Walking Home

reveries of an amateur long-distance hiker

Walking to Cape Wrath, Day 8 May 18, 2022

May 18th, 2022

Walking to Cape Wrath, Day 8 May 18, 2022

An unusual but (generally) pleasant evening required hotfooting it back to the Loch House Farm campsite as the rains rushed in. It showered, off and on all night, but my new ZPacks duplex performed. It starts getting light around 5, so I got an earlier start on the day’s walk — 32 official km on a flat canal path. I’m ready for some variety and to get off this pavement which is really hamburgering my feet. The early start meant grabbing some fresh rolls and an orange drink from a local convenience store (with the usual parade of folks stopping to buy a newspaper—something I really enjoy), then stretching out on what was essentially the same walk as yesterday.

The main difference is that this part of the trail crosses the fall line dividing Edinburgh and Glasgow. Most people know what incredible engineers the Scots are and those who are unaware of that need only walk this part of the National Trail (Union Canal Way). The subtle but overwhelming evidence is that, for all these km out of Edinburgh I’ve been walking for two days, I’ve passed 50+ bridges, and only later today did I pass a lock. Basically the canal’s engineers built a perfectly level canal the distance from Edinburgh to Falkirk— more than 30 miles as flat as a spirit level. The fall line brings a different story and the drop is considerable. On the Edinburgh side today I passed a three- lock sequence, with a boat just commencing the process, and then came to the Falkirk Wheel— a 21st century old-fashioned engineering marvel that takes the place of 11 traditional locks by swinging a piece of the canal up on a giant wheel, whisking canalboat and canal up 35 meters in 5 minutes. The only way to understand is through the picture below (I was lucky that it was in action when I arrived this morning).

Apart from the engineering, today brought a couple of interesting encounters including a woman insisting that the worms wriggling on the pavement were leeches— I can neither deny nor confirm the report, only to verify that there were wriggling creatures on the pavement wet with last night’s rain. Later I passed a man in hiking gear with a day pack walking in the same direction with purpose. He had a fascinating rough, thick countenance like a character from an old movie. He asked where I was heading— I gave the usual Cape Wrath eventually but to X for the day answer. Today’s X is Kilsyth which I pronounced “kill sith”. He said you mean “kill syth” (rhymes with Blythe).  Grateful for the correction. A bit later I passed a fit middle aged couple and for the first time someone asked me if I was on my way to Cape Wrath. The Scottish National Trail is a fairly new route and most people down here aren’t thinking someone is walking the length of the country (unless it’s someone walking Lands End to John O’Groat). Apparently most people try not to think about the Cape Wrath Way. Was refreshing to talk to someone who understood the magnitude of the trek and expressed enthusiasm.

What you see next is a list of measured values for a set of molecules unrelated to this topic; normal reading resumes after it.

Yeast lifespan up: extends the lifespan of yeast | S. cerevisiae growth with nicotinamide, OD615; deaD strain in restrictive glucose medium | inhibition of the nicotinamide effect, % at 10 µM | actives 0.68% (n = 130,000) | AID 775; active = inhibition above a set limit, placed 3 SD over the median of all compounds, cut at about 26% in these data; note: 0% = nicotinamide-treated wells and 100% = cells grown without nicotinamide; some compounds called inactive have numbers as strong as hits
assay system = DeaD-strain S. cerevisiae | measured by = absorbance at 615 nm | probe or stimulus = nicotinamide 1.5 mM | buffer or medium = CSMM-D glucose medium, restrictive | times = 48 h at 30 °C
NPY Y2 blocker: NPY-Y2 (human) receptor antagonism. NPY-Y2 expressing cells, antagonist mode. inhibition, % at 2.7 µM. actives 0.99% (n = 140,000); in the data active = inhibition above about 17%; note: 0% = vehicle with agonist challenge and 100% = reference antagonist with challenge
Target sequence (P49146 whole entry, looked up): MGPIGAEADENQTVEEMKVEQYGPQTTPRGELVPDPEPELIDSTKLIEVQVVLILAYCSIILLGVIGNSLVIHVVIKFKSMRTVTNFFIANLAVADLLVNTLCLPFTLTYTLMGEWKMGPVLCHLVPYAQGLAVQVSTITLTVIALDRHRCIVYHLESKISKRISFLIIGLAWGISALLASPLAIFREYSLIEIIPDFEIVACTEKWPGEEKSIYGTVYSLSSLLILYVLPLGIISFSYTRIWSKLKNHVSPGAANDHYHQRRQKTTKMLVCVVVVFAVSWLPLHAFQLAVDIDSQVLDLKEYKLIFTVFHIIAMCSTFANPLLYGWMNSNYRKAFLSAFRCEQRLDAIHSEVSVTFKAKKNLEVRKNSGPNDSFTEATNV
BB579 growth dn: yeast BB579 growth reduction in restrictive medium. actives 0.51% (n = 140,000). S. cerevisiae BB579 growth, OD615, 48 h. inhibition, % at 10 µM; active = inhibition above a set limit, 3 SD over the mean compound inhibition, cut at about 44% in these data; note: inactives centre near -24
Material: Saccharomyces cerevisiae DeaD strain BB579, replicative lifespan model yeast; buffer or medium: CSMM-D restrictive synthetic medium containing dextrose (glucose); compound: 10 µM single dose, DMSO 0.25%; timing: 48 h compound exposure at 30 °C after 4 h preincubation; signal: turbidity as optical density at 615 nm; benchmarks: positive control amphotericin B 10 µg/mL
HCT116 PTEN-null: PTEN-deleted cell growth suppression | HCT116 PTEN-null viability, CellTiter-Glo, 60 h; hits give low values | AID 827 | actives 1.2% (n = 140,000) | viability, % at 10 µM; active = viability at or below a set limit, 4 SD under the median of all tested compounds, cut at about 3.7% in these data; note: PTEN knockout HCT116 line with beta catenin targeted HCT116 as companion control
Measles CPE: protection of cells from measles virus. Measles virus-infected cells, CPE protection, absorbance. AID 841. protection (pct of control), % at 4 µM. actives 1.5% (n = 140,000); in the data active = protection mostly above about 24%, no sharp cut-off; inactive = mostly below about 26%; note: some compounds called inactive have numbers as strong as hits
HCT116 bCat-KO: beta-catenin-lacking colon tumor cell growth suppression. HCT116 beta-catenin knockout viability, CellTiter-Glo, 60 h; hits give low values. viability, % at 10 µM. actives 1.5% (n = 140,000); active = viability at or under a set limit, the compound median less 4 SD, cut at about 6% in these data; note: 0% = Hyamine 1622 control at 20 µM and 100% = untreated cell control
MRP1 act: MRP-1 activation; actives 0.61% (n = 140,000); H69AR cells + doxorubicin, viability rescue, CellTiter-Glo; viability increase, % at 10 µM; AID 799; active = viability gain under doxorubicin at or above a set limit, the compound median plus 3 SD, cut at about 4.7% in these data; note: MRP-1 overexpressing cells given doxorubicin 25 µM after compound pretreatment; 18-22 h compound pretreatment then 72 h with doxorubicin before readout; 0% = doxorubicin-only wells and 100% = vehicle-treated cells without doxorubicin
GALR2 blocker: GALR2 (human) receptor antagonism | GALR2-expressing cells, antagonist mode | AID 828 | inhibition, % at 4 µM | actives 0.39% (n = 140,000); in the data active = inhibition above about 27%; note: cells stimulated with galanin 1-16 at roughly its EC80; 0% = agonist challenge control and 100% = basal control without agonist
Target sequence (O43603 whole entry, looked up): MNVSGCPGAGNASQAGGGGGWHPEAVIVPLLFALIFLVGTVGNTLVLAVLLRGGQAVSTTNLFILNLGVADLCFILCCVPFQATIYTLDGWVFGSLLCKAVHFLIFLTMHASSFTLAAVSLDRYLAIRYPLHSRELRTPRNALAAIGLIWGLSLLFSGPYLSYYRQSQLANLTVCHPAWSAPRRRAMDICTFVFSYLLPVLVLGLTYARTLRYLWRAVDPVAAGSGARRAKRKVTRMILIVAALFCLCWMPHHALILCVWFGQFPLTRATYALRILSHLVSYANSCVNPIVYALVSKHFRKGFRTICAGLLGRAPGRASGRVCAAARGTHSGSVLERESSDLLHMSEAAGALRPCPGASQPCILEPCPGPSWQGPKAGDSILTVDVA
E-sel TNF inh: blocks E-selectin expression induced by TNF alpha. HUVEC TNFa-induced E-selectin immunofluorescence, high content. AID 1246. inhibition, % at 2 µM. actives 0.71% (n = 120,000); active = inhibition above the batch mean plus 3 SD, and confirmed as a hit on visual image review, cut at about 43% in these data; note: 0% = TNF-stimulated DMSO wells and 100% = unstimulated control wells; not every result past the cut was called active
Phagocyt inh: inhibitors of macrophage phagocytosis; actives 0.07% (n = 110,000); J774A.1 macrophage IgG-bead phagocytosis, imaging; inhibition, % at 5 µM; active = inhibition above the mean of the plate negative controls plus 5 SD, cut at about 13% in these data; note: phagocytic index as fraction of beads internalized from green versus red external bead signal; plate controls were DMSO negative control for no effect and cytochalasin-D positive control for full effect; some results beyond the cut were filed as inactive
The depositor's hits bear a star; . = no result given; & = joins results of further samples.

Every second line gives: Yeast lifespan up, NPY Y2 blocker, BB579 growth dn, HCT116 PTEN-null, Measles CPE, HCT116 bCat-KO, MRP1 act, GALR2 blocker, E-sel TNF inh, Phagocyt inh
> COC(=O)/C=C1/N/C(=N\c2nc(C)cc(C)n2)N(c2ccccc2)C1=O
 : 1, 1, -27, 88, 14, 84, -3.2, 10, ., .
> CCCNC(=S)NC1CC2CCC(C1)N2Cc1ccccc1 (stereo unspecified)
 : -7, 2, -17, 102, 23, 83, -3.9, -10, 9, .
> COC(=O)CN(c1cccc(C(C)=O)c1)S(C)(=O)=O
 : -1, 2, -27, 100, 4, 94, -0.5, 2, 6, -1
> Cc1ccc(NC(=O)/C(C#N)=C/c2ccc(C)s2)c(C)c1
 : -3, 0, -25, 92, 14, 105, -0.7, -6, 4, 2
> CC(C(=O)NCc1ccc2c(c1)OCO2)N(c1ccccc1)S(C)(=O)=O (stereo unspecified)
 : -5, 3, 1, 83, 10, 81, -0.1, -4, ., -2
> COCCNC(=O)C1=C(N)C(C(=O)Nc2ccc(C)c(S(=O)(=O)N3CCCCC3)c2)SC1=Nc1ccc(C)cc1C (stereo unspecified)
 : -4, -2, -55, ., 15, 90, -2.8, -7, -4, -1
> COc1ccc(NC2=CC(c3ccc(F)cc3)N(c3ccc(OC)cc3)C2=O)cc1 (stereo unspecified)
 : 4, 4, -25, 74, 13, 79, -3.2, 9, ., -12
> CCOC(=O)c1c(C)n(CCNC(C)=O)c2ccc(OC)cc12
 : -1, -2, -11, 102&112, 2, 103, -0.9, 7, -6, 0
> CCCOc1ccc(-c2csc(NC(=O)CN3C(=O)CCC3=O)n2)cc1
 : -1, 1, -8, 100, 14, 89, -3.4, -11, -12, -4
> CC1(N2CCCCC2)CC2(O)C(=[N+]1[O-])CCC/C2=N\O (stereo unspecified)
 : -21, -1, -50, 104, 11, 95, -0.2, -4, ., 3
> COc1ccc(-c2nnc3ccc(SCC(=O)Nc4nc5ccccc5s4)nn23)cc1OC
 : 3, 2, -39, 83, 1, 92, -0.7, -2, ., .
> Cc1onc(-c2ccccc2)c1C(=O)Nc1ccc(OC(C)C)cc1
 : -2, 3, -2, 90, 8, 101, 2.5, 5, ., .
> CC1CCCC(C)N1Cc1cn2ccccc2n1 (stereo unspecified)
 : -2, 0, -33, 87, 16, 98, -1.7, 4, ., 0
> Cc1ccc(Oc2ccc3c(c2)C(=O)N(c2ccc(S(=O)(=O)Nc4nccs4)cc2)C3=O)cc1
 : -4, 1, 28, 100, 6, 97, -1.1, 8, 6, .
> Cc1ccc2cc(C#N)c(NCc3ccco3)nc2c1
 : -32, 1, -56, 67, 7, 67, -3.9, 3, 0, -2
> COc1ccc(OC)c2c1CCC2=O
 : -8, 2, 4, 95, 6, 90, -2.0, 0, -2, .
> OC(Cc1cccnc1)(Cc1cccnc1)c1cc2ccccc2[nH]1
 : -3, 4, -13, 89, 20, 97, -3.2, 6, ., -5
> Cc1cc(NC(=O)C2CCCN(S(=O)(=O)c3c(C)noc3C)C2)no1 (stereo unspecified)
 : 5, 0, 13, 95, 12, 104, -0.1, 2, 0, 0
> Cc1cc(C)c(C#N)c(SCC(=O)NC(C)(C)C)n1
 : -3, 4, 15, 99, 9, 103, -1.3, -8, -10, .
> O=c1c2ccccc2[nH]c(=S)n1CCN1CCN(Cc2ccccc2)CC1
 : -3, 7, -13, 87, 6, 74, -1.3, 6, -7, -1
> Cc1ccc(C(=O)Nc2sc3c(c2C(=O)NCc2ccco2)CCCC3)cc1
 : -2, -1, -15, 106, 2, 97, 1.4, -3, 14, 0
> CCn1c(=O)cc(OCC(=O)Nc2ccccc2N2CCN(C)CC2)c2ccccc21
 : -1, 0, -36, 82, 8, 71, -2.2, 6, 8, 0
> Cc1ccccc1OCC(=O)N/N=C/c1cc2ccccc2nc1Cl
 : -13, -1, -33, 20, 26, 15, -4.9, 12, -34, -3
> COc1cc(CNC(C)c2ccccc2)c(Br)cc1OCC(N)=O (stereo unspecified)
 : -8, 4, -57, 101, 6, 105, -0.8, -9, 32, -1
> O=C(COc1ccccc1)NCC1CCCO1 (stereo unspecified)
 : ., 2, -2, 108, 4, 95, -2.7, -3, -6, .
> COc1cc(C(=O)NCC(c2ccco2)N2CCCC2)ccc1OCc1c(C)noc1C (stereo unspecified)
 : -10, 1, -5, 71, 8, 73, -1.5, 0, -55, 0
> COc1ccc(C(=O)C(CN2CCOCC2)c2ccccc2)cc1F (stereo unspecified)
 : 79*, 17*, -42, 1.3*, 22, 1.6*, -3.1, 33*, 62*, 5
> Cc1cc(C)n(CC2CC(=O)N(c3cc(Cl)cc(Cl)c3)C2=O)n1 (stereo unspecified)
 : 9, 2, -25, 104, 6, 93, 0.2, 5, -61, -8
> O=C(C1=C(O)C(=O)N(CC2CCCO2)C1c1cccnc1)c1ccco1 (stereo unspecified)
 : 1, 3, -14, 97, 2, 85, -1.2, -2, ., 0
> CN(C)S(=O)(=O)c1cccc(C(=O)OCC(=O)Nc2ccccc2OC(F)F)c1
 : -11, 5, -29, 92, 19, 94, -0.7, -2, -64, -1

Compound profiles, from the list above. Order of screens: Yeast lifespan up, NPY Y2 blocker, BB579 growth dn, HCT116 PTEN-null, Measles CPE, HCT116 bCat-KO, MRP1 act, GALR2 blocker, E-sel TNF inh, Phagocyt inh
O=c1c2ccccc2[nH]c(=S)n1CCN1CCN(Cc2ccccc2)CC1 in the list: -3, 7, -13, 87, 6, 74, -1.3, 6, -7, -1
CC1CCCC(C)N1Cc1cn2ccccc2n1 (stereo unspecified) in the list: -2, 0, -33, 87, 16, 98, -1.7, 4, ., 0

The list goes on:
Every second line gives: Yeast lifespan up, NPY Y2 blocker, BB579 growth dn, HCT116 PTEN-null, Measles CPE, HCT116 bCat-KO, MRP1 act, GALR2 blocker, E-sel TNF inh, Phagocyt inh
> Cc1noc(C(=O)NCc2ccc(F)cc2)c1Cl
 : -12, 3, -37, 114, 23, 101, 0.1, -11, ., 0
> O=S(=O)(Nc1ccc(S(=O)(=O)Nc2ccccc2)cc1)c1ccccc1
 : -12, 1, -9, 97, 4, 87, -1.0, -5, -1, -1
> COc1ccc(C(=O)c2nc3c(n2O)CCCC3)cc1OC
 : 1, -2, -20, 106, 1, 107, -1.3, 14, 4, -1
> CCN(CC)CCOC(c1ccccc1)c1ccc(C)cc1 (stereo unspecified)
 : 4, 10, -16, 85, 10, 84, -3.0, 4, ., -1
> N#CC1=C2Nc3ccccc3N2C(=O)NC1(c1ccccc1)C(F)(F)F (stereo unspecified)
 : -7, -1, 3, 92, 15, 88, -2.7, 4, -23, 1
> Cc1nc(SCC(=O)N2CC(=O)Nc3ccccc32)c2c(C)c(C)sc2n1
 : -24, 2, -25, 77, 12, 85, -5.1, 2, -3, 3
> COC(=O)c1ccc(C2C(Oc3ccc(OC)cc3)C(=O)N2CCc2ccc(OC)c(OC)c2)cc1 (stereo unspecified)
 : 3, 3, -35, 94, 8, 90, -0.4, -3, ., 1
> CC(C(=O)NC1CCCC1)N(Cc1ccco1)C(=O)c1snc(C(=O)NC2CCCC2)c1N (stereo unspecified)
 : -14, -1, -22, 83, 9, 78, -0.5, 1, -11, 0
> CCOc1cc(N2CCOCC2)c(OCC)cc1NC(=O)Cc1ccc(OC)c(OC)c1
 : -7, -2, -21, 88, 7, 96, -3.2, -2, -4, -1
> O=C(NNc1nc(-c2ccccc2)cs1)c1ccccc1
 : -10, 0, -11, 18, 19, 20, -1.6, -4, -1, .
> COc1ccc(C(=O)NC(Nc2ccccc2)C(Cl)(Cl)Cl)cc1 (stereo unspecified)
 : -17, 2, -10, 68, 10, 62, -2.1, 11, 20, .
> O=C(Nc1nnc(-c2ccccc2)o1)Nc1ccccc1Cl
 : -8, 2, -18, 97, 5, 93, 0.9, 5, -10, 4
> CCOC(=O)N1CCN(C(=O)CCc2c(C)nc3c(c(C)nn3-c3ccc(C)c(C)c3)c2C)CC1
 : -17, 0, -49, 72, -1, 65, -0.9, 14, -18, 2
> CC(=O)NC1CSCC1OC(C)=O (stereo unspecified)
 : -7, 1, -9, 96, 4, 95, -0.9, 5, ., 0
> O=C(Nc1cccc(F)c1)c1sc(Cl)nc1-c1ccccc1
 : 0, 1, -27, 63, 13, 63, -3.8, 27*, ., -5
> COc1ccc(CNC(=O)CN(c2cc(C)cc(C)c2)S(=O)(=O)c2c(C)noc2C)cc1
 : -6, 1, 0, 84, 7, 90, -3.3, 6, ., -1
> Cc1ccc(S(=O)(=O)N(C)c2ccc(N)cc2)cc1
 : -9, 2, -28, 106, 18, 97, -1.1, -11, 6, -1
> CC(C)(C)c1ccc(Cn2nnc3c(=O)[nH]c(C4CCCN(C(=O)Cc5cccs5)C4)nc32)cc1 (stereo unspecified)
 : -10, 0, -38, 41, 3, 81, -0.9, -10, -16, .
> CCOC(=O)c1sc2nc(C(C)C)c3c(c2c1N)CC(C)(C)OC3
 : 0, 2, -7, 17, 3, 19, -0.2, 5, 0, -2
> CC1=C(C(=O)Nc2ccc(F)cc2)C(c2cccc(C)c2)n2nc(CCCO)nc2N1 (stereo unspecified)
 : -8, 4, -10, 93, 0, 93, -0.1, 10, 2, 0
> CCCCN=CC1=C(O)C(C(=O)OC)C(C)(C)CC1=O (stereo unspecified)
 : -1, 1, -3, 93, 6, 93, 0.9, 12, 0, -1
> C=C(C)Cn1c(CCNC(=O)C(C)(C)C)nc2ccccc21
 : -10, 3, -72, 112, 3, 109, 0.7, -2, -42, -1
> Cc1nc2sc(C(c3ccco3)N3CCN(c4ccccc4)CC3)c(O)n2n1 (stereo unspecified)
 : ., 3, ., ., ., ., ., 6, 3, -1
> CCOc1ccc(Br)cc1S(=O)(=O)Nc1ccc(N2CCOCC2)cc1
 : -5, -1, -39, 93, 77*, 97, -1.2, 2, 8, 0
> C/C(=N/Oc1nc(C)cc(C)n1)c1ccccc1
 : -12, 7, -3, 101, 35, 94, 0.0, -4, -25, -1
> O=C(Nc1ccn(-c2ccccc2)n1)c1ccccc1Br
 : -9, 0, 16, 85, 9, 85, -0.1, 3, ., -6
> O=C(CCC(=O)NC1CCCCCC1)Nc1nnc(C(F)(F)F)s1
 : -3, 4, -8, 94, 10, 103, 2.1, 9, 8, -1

The other encounter on the path wasn’t with a human but rather a swan. All this trek I keep bumping into swans on the edge of the path or in the water, and I always think of William Butler Yeats’s “Wild Swans at Coole”—“But now they drift on the still water/ Mysterious, Beautiful”— or his brutal “Leda and the Swan”: “Being so caught up,/So mastered by the brute blood of the air,/Did she put on his knowledge with his power/ Before the indifferent beak could let her drop?” The latter poem prompts a healthy respect regarding the possible violence that swans can inflict, so I circle them on paths warily. But today a swan in the air rushed past, flying down the middle of the canal, and I was immediately taken back to 2015 and the New Zealand Te Araroa trail. The full day is detailed here—https://walkinghome.lmc.gatech.edu/te-araroa-walking-south-with-the-spring/day-28-2 — but I quote the swan scene here “I got half-way across the dyke, smiling at the sun drying all the stuff on my back, when from nowhere along comes a hail storm, which ultimately got to pea-sized, then the lightening began to strike on either side, like an artillery detachment determining range, and there I was, the only elevated upright figure anywhere nearby. The thunder was accompanied by the honking clatter of swans– a pair of black ones in the river beside me who were unsettled by the crack and boom. One took flight, the muscular effort to raising that bulk so it was just skimming above the water, going up the narrow channel as if it were a landing strip.” This is all just to say the notion of a graceful swan is a misnomer— they are powerful, intimidating, and ultimately supernatural creatures, something I glimpsed in that flight today.

The day’s hike wound down at the Auchinstarry marina, before turning up to Kilsyth for dinner and a bed. There were rows of canal boats on the water, one classic one was occupied by two older women talking on the small deck to the fore. Next to them was a brown spaniel, head on the rail looking longingly at the water just there below him. I settled into my room, treated the wounds my feet have suffered by the hard pavement on the canal path, then wandered to the Scarecrow Pub for pints and a prawn, chorizo and blood-pudding salad— delicious.

T. Hugh Crawford